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Biennial Gaura Seeds

Gaura biennis

  • HOW TO GROW
  • FAST FACTS
  • REVIEWS

HOW TO GROW

Sowing: Direct sow in late fall, planting just below the surface. For spring planting, mix the seed with moist sand and store it in the refrigerator for 60 days; sow seeds in a flat or individual peat pots, keeping the soil lightly moist and at a temperature of 70 degrees F until germination, which usually occurs within 2-4 weeks. When the weather has warmed and the seedlings are well established, transplant outdoors.

Growing: Water seedlings occasionally and mature plants in prolonged drought, since this plant tolerates drought well. This plant adapts well to areas with rocky or sandy soil. Keep weeds down, since too much competition can reduce the plant’s growth. When this plant is grown from seed, full bloom will not occur until its second year of growth. Deadheading is not necessary, though it may prolong the time of blooming. To produce more compact and bushy growth, prune back the developing stems. This plant will self-sow readily, and attracts butterflies.

Harvesting: For fresh flowers, cut long stems of flowers that have just opened and place them in water immediately; strip the leaves that will fall below the water.

Seed Saving: After the flowers fade, small oblong seed pods will form along the flower stalk. They will ripen at different times, turning from green to brown and easily dropping from the stem. Check the plants often to avoid loss. Shake or strip the ripe seeds from the stalk as they ripen, coming back every few days until all the seeds have ripened. Store the seed in a cool, dry place.

FAST FACTS

Common Names: Biennial Beeblossom

Latin Name: Gaura biennis

Species Origin: US Native Wildflower

Type: Native Wildflowers

Life Cycle: Biennial

USDA Zones: 4, 5, 6, 7, 8

US Regions: Midwest, Northeast, Southeast

Seeds per Ounce: 2,400

Stratification: Cold/Wet for 8 Weeks

Germination Ease: Stratify 8 Weeks

Height: 72 Inches

Uses: Deer Resistant

Size Price Quantity
XL Mylar Packet (~200 Seeds) $2.50 -+
1/4 Oz Mylar (7.09g) $6.00 -+
1 Oz Mylar (28.4g) $16.00 -+
1/4 Lb Mylar (113g) $40.00 Sold Out
1 Lb Mylar (454g) $150.00 Sold Out
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DESCRIPTION

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Gaura comes from the same family as the evening primrose, and has the same characteristic blossoms that last for just one day, opening at evening for pollination by nocturnal insects. The genus name "Gaura" comes from the Greek word for “superb.” This native wildflower was first described and classified in 1753 by Carl Linnaeus in his landmark publication Species Plantarum, which recorded the first official botanical plant names and began modern binomial nomenclature.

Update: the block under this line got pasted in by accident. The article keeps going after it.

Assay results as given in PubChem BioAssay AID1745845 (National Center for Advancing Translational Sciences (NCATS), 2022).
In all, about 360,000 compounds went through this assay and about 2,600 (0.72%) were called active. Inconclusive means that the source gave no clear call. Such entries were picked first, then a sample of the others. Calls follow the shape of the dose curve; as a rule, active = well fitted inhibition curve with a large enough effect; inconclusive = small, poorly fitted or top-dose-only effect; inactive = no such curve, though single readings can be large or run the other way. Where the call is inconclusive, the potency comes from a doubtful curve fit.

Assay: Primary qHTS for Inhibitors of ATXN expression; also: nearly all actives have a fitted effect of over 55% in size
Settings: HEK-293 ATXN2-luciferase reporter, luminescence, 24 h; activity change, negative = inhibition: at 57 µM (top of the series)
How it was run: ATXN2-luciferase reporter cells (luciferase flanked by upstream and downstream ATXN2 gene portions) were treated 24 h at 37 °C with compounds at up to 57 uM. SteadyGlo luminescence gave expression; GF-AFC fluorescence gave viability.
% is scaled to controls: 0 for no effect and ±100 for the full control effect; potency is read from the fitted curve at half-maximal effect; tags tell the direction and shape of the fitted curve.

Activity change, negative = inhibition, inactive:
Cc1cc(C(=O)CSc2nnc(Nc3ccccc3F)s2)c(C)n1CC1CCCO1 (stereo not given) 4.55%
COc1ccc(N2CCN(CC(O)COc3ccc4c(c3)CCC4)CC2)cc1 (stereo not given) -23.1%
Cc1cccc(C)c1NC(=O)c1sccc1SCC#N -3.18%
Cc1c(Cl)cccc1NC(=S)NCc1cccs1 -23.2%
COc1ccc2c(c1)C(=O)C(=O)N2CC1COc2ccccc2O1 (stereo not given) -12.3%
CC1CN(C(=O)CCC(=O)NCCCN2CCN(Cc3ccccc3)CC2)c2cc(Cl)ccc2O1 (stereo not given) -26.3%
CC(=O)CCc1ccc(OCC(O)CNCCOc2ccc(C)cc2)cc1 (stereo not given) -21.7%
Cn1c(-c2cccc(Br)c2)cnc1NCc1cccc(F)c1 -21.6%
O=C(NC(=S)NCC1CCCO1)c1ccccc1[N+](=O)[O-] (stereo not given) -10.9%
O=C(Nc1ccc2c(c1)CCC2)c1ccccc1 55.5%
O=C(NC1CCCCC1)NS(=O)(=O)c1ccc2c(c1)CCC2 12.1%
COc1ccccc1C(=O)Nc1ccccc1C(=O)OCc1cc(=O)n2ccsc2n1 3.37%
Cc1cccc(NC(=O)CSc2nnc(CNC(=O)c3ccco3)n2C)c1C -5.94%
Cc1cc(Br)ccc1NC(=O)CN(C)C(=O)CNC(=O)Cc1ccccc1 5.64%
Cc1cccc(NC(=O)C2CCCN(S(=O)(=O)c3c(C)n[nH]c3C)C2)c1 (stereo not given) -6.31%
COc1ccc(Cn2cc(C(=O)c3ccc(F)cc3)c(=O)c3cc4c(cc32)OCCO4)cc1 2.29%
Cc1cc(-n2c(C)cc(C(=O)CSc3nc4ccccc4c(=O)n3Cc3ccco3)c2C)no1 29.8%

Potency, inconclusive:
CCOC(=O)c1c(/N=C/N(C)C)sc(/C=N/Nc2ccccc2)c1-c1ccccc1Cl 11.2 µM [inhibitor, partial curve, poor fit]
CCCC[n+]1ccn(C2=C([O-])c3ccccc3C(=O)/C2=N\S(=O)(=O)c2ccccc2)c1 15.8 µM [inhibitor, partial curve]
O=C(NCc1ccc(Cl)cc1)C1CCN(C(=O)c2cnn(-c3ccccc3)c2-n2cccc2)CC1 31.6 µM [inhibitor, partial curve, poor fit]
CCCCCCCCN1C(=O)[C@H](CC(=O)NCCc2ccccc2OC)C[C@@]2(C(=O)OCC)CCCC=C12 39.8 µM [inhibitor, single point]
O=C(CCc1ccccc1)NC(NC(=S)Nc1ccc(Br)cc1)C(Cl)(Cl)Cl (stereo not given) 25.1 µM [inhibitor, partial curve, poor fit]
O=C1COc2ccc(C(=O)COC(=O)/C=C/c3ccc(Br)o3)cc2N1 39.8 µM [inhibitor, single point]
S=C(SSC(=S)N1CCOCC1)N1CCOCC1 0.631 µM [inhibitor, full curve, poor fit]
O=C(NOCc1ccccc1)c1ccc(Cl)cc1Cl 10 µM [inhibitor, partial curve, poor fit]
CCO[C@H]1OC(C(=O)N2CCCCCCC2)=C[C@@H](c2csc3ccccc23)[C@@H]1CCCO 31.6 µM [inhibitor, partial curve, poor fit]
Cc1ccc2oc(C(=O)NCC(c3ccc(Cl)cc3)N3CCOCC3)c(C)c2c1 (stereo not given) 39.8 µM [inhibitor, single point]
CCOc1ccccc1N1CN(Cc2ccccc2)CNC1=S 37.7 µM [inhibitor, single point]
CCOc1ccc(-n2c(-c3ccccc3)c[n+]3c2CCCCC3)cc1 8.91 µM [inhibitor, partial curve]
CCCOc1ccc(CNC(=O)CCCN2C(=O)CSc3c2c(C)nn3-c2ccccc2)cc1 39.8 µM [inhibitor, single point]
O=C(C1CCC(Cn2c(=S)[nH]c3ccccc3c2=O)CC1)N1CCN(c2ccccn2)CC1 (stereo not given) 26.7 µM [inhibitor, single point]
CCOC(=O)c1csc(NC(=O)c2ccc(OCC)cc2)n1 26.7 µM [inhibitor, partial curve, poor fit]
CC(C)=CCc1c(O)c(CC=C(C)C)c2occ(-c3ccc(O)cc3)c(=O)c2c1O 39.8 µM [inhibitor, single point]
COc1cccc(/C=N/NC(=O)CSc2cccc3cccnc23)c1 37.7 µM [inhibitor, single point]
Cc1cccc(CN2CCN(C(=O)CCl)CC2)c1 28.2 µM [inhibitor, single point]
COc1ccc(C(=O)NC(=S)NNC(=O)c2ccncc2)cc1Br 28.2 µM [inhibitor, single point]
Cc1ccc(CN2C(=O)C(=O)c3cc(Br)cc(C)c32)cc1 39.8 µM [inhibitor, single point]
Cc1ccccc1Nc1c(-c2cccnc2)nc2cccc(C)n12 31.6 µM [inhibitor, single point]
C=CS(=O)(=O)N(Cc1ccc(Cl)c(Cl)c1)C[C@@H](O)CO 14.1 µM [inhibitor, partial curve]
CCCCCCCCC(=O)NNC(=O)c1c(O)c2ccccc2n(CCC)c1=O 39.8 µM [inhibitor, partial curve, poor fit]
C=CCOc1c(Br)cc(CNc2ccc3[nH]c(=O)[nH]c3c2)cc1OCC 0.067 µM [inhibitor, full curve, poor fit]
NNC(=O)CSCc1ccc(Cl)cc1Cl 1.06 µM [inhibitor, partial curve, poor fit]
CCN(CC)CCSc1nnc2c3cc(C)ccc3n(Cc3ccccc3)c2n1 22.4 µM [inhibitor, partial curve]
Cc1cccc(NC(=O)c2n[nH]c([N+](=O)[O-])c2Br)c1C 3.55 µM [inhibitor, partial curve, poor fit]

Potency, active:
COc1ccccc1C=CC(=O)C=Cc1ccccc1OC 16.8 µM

HOW TO GROW

Sowing: Direct sow in late fall, planting just below the surface. For spring planting, mix the seed with moist sand and store it in the refrigerator for 60 days; sow seeds in a flat or individual peat pots, keeping the soil lightly moist and at a temperature of 70 degrees F until germination, which usually occurs within 2-4 weeks. When the weather has warmed and the seedlings are well established, transplant outdoors.

Growing: Water seedlings occasionally and mature plants in prolonged drought, since this plant tolerates drought well. This plant adapts well to areas with rocky or sandy soil. Keep weeds down, since too much competition can reduce the plant’s growth. When this plant is grown from seed, full bloom will not occur until its second year of growth. Deadheading is not necessary, though it may prolong the time of blooming. To produce more compact and bushy growth, prune back the developing stems. This plant will self-sow readily, and attracts butterflies.

Harvesting: For fresh flowers, cut long stems of flowers that have just opened and place them in water immediately; strip the leaves that will fall below the water.

Seed Saving: After the flowers fade, small oblong seed pods will form along the flower stalk. They will ripen at different times, turning from green to brown and easily dropping from the stem. Check the plants often to avoid loss. Shake or strip the ripe seeds from the stalk as they ripen, coming back every few days until all the seeds have ripened. Store the seed in a cool, dry place.

FAST FACTS

Common Names: Biennial Beeblossom

Latin Name: Gaura biennis

Species Origin: US Native Wildflower

Type: Native Wildflowers

Life Cycle: Biennial

USDA Zones: 4, 5, 6, 7, 8

US Regions: Midwest, Northeast, Southeast

Seeds per Ounce: 2,400

Stratification: Cold/Wet for 8 Weeks

Germination Ease: Stratify 8 Weeks

Height: 72 Inches

Uses: Deer Resistant

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